To encourage more youths to unleash the power of technology and become change-makers, Huawei will launch this year’s edition of the Tech4City competition at the end of March. It will focus on well-being, learning, energy, mobility and finance. The winning team will walk away with $15,000, be fast-tracked into Huawei’s Seeds for the Future 2023 programme, and potentially score an internship with Huawei.

The Tech4City competition 2023 is now accepting applications at

See also: How inter-market analysis and market volatility can help traders increase their odds of success

Committed to nurturing talent

Seeds for the Future is Huawei’s global corporate social responsibility project to inspire the next generation of leaders through technological innovation and cross-cultural exchange. The programme has helped nurture more than 2.2 million digital talents across 150 countries over the past 14 years. Specific to Singapore, Huawei has trained 203 participants under the programme as of 2022.

The company has expanded its Seeds talent framework to enhance its talent development programmes, says Vicky Zhang, Huawei’s vice president of corporate communications, at the Huawei Digital Talent Summit on the sidelines of the Mobile World Congress 2023 held in Barcelona, Spain.

She explained that the initiatives under the new Seeds framework would focus on the following:

  • Helping people to foster leadership skills
  • Offering hands-on training with industry experts so that students can make informed decisions when choosing their careers
  • Providing online classes and certifications to equip people with up-to-date skills and remain employable
  • Encouraging students to solve real-world issues using technology through contests
  • Bridging the digital divide by offering basic tech training to all, especially those in underserved areas.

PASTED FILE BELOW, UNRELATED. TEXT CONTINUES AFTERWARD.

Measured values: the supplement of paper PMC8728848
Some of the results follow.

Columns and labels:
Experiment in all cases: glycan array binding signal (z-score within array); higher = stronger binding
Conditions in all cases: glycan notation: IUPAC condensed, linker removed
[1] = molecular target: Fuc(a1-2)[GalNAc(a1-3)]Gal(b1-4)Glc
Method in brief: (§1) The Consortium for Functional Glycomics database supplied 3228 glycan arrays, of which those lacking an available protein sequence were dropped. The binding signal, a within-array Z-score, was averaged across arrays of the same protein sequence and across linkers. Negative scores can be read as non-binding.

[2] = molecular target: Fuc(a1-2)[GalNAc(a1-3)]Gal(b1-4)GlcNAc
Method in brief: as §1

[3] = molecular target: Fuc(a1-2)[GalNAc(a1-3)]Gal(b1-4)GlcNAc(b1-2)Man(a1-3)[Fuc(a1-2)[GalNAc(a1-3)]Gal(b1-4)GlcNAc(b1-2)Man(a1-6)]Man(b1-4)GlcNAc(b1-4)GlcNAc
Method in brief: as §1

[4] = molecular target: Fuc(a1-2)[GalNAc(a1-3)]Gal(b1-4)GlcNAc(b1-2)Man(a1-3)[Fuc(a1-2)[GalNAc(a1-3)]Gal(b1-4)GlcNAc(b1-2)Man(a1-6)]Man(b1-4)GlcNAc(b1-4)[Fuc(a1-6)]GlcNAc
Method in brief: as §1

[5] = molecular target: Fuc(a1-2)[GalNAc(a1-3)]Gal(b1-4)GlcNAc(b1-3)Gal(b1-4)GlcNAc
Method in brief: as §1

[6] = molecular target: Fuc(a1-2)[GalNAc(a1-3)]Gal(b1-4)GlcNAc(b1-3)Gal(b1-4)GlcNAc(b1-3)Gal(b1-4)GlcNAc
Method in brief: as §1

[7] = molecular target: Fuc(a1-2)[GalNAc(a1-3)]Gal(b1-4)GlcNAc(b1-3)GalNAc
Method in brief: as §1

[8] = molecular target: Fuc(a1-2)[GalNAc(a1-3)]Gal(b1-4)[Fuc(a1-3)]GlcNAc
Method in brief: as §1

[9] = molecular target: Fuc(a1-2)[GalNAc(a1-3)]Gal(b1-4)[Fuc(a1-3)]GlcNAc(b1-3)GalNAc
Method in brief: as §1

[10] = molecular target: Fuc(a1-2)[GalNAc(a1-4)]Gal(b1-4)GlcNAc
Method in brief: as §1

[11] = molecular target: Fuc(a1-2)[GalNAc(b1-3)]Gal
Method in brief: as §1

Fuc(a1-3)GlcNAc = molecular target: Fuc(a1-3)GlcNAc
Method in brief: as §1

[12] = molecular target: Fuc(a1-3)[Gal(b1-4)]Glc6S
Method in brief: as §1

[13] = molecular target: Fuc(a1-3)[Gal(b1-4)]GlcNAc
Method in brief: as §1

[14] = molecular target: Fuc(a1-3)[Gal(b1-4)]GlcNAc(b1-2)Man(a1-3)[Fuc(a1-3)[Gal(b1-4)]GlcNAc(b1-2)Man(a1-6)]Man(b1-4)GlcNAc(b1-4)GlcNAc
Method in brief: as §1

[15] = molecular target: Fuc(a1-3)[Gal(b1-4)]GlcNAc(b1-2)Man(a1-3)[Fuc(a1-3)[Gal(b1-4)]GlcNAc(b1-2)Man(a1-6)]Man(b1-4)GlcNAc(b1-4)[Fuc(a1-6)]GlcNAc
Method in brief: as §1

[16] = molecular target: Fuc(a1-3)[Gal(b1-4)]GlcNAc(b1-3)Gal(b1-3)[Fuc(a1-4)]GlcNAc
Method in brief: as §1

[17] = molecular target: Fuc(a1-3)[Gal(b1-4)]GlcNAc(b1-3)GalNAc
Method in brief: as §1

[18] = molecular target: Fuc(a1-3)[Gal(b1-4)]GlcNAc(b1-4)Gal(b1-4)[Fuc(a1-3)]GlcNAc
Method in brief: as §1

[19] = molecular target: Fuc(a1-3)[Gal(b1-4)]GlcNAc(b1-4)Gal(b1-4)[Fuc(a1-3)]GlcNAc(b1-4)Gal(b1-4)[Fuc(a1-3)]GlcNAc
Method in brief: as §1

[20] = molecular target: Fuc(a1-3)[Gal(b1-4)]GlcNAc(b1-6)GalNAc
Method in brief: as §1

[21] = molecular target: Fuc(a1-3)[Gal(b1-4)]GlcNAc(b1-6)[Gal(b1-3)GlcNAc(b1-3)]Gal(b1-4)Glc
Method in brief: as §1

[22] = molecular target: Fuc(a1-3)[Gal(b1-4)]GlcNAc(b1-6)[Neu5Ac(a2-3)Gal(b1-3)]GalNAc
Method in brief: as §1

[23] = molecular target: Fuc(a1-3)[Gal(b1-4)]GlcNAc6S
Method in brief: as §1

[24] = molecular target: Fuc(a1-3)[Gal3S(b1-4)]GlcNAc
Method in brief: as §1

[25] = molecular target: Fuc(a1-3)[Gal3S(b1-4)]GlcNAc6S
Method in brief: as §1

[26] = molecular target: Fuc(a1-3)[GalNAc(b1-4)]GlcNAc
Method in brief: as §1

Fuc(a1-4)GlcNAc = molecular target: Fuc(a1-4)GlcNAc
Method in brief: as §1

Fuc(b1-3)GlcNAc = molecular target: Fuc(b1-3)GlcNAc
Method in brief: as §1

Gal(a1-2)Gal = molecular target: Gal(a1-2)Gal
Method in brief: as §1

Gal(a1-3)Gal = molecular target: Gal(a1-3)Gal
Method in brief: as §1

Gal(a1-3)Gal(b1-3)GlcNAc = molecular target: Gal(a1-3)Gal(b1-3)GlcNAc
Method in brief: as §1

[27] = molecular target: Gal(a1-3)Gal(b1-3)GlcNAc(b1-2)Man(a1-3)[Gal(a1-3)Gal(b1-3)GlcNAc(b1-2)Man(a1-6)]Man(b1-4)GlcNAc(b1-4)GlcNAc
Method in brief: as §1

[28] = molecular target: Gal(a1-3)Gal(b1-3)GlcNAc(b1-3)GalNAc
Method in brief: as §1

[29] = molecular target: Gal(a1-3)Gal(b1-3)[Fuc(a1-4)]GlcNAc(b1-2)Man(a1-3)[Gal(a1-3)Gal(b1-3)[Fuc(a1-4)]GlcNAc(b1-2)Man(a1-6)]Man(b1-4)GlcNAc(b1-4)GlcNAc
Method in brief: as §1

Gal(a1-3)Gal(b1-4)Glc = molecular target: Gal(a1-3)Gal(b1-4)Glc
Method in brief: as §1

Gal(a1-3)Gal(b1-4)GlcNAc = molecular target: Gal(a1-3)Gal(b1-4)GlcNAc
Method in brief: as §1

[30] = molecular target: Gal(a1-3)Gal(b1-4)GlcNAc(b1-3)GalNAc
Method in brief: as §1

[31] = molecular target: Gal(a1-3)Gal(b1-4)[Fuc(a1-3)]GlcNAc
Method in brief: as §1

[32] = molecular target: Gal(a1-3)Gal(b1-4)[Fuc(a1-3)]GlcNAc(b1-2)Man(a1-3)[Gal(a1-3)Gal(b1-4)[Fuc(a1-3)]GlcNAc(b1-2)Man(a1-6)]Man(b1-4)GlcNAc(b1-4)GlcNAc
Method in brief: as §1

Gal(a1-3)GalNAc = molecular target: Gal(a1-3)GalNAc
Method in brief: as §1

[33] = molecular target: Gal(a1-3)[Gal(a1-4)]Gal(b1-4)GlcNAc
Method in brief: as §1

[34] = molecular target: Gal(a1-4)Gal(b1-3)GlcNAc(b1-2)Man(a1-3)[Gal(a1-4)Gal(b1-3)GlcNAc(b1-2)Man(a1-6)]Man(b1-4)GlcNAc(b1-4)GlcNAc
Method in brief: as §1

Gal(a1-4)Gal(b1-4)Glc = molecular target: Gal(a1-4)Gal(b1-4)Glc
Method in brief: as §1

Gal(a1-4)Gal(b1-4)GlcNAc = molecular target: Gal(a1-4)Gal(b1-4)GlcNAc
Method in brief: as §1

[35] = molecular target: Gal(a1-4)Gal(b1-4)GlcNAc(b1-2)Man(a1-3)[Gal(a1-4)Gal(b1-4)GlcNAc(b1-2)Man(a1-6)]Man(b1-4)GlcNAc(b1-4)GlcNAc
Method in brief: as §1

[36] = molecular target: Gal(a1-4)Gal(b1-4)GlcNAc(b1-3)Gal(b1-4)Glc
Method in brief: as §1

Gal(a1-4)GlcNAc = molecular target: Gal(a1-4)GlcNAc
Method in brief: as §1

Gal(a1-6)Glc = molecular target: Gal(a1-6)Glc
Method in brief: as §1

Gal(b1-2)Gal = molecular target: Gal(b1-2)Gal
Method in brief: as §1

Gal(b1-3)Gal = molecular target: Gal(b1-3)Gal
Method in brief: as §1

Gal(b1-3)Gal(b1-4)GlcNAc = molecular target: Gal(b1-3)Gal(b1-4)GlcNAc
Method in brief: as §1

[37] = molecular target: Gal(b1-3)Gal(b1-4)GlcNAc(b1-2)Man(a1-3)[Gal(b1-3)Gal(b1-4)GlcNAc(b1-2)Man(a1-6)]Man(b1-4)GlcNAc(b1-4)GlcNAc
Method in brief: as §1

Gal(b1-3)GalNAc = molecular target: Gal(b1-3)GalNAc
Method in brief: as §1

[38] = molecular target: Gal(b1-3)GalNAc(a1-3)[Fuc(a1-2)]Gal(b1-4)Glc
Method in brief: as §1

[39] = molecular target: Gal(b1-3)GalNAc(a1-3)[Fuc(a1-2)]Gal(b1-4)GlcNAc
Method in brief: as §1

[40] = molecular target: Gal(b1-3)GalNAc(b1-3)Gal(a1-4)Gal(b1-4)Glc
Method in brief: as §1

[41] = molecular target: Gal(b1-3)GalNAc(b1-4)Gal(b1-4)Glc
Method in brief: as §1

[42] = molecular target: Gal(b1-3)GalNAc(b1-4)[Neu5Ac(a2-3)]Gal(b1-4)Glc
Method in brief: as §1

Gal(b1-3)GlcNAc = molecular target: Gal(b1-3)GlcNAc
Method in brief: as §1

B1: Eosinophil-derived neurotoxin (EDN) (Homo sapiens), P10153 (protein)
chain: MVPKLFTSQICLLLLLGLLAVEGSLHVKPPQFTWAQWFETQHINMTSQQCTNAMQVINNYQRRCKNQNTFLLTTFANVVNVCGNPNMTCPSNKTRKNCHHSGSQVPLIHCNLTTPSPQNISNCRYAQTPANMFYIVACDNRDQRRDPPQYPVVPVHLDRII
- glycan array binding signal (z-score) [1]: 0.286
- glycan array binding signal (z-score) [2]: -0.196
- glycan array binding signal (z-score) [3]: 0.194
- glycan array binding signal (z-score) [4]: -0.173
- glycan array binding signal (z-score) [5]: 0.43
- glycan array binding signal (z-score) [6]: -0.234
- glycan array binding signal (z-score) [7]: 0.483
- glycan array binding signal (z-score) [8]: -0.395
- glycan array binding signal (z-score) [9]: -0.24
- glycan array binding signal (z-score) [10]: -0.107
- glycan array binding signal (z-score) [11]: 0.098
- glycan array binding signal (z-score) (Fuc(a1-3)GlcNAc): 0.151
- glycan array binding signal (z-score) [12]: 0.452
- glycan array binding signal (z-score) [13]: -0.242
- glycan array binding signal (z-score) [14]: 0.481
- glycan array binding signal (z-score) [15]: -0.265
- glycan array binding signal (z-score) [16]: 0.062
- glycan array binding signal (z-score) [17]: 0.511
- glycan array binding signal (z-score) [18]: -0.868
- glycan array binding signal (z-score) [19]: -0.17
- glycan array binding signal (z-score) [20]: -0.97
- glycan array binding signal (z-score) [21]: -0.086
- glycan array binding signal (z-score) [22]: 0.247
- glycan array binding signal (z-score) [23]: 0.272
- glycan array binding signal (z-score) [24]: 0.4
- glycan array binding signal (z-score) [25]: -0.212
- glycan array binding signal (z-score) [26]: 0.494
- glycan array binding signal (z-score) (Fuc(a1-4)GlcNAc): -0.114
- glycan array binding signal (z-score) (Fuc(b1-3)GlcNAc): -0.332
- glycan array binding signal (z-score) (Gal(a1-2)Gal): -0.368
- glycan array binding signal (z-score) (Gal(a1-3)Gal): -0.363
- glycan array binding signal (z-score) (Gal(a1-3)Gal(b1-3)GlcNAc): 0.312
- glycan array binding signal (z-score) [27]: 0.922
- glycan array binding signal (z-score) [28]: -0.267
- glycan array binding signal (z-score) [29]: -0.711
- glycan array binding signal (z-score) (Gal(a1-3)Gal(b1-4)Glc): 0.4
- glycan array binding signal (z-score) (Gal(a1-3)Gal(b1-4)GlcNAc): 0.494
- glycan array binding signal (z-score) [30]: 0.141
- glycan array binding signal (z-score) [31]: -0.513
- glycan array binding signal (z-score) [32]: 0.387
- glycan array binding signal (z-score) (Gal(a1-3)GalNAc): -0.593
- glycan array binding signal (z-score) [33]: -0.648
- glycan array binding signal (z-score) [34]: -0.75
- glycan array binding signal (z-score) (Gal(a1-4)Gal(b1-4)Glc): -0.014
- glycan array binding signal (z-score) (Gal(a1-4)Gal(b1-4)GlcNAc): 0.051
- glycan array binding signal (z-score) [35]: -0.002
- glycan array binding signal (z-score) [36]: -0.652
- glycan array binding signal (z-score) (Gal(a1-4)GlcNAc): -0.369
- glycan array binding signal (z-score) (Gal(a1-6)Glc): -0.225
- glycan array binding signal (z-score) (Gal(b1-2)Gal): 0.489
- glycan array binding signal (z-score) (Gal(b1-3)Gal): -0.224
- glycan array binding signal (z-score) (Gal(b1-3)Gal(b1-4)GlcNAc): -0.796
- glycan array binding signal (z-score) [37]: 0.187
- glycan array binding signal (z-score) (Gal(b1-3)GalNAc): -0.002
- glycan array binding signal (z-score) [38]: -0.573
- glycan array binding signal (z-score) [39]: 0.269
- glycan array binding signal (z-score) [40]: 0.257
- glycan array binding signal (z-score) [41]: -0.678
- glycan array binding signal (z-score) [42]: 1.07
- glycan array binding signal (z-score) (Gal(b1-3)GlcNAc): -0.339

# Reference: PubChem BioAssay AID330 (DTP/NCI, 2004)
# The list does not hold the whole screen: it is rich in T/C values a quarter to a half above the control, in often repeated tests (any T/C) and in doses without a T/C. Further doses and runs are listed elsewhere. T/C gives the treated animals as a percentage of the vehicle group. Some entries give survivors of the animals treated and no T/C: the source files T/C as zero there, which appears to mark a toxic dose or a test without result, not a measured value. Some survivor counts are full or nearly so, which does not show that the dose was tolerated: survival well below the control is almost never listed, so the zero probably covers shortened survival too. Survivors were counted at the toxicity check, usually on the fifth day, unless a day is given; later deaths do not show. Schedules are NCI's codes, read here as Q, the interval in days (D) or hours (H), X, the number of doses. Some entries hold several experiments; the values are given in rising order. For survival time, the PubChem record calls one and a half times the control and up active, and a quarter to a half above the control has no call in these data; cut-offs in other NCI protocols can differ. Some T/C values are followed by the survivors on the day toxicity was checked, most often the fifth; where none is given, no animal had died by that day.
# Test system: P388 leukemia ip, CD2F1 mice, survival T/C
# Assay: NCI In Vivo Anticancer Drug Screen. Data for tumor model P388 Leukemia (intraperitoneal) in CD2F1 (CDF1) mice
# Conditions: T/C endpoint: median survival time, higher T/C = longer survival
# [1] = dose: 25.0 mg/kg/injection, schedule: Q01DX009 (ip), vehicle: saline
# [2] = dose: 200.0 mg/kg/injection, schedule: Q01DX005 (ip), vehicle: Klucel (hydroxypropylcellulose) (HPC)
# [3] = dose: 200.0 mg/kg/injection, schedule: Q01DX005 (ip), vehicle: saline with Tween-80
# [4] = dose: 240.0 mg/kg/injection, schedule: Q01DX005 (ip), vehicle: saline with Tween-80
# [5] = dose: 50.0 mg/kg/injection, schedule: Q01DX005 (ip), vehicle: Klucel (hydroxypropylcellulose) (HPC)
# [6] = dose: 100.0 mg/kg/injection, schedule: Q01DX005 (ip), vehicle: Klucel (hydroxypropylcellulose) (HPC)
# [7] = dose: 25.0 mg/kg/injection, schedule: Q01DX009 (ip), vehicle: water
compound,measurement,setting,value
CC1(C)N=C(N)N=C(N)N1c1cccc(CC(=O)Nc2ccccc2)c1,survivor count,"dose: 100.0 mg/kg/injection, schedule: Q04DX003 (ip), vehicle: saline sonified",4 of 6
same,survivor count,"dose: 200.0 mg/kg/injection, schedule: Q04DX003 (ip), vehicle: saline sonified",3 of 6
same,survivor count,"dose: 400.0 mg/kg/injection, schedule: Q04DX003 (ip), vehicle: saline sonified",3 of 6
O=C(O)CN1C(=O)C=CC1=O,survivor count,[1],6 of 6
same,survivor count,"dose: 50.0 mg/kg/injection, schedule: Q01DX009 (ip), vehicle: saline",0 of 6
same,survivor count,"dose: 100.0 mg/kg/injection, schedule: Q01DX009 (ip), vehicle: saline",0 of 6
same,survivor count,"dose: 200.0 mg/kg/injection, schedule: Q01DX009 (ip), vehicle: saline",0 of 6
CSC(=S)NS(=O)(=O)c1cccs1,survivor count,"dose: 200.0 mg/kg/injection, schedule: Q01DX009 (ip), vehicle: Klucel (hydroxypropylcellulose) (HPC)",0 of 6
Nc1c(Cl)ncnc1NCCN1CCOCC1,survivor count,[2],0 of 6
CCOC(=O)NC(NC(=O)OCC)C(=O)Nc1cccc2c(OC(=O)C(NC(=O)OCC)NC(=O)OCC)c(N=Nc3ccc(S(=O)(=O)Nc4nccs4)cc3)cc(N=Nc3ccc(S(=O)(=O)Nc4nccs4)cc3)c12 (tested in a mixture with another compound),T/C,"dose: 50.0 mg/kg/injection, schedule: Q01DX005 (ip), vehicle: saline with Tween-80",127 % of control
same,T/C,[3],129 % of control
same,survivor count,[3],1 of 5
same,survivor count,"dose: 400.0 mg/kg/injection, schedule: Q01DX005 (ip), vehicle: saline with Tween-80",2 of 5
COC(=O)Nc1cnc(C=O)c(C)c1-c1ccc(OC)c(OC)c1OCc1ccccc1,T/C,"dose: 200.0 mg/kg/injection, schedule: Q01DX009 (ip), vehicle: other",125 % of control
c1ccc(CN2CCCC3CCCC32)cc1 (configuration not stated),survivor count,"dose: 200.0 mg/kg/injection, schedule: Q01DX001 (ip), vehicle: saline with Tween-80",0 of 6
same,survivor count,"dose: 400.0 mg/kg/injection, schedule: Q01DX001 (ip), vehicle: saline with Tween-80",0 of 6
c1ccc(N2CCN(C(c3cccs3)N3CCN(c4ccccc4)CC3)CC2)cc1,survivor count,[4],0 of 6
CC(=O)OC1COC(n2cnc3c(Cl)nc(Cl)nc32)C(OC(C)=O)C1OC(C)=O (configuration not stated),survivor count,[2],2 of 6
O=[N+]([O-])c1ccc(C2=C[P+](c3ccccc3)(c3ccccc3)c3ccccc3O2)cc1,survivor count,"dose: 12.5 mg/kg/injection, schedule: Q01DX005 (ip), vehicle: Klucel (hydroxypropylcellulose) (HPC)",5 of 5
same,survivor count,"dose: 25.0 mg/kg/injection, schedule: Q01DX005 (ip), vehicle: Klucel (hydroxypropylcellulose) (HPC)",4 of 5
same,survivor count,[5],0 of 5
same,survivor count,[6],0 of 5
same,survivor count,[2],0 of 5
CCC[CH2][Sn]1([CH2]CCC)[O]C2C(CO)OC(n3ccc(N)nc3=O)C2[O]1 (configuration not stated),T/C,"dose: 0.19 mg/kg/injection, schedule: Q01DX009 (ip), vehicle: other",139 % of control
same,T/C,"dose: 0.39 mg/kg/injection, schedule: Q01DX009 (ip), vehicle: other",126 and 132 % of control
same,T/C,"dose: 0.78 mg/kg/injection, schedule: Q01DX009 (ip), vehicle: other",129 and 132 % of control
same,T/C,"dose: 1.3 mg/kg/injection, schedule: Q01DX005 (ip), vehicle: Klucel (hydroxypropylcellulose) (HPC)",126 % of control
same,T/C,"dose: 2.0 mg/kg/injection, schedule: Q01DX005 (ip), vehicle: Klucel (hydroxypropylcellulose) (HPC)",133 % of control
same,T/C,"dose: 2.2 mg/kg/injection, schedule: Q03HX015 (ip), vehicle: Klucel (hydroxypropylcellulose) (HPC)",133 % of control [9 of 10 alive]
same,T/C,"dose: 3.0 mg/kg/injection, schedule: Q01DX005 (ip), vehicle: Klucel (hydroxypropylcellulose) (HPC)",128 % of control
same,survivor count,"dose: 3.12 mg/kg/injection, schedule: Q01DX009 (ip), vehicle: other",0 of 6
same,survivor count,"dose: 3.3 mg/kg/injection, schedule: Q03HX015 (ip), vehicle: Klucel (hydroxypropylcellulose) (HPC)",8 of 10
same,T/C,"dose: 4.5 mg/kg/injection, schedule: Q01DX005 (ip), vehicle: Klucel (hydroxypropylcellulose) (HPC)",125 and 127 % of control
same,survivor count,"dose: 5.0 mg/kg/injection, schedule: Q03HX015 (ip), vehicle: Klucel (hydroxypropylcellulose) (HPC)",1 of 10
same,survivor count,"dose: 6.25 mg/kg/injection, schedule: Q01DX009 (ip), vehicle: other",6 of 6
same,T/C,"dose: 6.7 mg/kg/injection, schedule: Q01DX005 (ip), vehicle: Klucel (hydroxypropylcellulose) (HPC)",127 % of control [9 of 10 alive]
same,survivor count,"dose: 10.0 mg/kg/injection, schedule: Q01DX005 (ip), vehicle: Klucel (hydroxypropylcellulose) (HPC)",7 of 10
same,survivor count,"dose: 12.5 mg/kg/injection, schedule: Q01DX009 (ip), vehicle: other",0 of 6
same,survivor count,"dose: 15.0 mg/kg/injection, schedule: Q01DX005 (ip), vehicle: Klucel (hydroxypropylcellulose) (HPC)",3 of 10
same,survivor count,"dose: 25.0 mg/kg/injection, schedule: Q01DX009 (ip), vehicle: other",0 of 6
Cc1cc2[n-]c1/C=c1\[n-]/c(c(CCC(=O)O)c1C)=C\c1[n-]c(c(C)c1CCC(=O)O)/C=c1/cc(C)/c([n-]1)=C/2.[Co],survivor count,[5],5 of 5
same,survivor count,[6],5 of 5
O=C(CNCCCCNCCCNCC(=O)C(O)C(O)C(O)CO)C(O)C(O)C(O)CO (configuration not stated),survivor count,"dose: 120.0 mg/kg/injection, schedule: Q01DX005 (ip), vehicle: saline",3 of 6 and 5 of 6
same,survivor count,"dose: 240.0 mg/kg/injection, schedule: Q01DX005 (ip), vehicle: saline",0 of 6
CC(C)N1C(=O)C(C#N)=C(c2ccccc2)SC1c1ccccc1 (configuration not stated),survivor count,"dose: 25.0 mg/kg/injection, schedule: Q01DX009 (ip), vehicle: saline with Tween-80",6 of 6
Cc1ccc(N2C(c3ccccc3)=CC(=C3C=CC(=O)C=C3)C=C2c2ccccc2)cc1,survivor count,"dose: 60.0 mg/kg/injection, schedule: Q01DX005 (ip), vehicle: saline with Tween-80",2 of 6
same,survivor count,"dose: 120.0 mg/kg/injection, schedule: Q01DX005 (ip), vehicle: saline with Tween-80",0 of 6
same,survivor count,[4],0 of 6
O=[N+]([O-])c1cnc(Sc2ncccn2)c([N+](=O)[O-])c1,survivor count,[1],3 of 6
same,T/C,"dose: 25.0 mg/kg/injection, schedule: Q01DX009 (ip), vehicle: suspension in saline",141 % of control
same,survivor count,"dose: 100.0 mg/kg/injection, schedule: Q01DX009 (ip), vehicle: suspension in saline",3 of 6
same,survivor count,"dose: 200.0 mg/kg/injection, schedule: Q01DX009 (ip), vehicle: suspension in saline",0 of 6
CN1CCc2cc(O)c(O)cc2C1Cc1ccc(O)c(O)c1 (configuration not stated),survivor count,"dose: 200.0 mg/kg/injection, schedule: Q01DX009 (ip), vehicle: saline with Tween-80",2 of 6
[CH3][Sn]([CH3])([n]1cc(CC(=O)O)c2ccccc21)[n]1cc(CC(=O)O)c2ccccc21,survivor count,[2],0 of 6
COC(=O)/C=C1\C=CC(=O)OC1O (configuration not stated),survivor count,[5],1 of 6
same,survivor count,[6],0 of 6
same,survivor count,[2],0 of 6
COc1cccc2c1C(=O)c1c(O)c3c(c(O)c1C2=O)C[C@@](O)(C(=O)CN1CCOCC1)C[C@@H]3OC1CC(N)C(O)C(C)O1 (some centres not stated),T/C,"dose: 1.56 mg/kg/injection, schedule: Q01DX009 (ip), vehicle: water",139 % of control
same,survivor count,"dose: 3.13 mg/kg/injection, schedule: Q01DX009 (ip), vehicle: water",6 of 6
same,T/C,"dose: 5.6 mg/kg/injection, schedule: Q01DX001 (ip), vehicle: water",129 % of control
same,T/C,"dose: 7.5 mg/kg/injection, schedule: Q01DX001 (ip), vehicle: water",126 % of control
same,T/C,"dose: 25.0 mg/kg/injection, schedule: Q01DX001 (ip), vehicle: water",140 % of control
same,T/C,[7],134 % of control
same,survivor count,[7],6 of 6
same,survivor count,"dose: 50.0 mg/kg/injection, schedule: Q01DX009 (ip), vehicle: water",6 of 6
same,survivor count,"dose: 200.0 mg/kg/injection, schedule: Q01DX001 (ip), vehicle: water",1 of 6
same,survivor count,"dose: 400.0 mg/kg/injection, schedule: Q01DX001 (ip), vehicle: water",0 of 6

Incubating local start-ups

Huawei Cloud launched the Spark Incubator programme last November to further encourage innovation in Singapore as part of its partnership with the Infocomm Media Development Authority’s (IMDA) PIXEL Innovation Hub.

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The programme will incubate up to 12 Singapore-based start-ups per cohort for five months and run twice a year. Targeting early-stage local start-ups in the pre-seed and seed space from sectors including FinTech, Web3, metaverse and software-as-a-service focused enterprises, the programme aims to support their growth to Series A and expansion in Singapore and the Asean region.

Participants will gain access to valuable resources and expertise from Huawei and IMDA to accelerate further and grow their business. Start-ups are expected to receive third-party financing over $250,000, increase their valuation by at least 20%, or cross $250,000 at their annual revenue in the post-programme.

Since its inception as a start-up accelerator in 2020, the Spark programme has received more than 3,000 applications globally, with US$50 million ($67 million) raised by Spark alums from investors.

Interested start-ups can register their interest in joining the May 2023 cohort of Huawei Cloud’s Spark Incubator programme at